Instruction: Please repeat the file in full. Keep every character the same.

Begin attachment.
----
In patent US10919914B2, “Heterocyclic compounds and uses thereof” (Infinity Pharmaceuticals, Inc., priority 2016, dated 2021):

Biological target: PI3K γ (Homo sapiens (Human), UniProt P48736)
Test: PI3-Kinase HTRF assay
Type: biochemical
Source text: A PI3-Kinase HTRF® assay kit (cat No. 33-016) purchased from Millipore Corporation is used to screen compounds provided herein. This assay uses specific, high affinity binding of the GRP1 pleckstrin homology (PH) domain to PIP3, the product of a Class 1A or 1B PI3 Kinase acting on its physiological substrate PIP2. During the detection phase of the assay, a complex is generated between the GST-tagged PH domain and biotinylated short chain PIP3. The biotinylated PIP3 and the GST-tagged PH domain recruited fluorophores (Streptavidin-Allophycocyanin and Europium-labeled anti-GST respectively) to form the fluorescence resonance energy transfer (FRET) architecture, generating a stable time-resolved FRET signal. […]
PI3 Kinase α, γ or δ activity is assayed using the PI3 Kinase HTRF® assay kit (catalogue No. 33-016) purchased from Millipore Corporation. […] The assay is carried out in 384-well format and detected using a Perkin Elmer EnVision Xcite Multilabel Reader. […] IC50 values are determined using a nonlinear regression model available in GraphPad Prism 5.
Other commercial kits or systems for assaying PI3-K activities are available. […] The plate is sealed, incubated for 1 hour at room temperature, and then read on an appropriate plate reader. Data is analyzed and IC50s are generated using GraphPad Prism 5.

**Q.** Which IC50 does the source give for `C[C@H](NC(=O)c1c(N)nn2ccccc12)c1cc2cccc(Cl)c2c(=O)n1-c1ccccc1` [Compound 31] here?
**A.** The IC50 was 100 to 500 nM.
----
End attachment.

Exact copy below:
In patent US10919914B2, “Heterocyclic compounds and uses thereof” (Infinity Pharmaceuticals, Inc., priority 2016, dated 2021):

Biological target: PI3K γ (Homo sapiens (Human), UniProt P48736)
Test: PI3-Kinase HTRF assay
Type: biochemical
Source text: A PI3-Kinase HTRF® assay kit (cat No. 33-016) purchased from Millipore Corporation is used to screen compounds provided herein. This assay uses specific, high affinity binding of the GRP1 pleckstrin homology (PH) domain to PIP3, the product of a Class 1A or 1B PI3 Kinase acting on its physiological substrate PIP2. During the detection phase of the assay, a complex is generated between the GST-tagged PH domain and biotinylated short chain PIP3. The biotinylated PIP3 and the GST-tagged PH domain recruited fluorophores (Streptavidin-Allophycocyanin and Europium-labeled anti-GST respectively) to form the fluorescence resonance energy transfer (FRET) architecture, generating a stable time-resolved FRET signal. […]
PI3 Kinase α, γ or δ activity is assayed using the PI3 Kinase HTRF® assay kit (catalogue No. 33-016) purchased from Millipore Corporation. […] The assay is carried out in 384-well format and detected using a Perkin Elmer EnVision Xcite Multilabel Reader. […] IC50 values are determined using a nonlinear regression model available in GraphPad Prism 5.
Other commercial kits or systems for assaying PI3-K activities are available. […] The plate is sealed, incubated for 1 hour at room temperature, and then read on an appropriate plate reader. Data is analyzed and IC50s are generated using GraphPad Prism 5.

**Q.** Which IC50 does the source give for `C[C@H](NC(=O)c1c(N)nn2ccccc12)c1cc2cccc(Cl)c2c(=O)n1-c1ccccc1` [Compound 31] here?
**A.** The IC50 was 100 to 500 nM.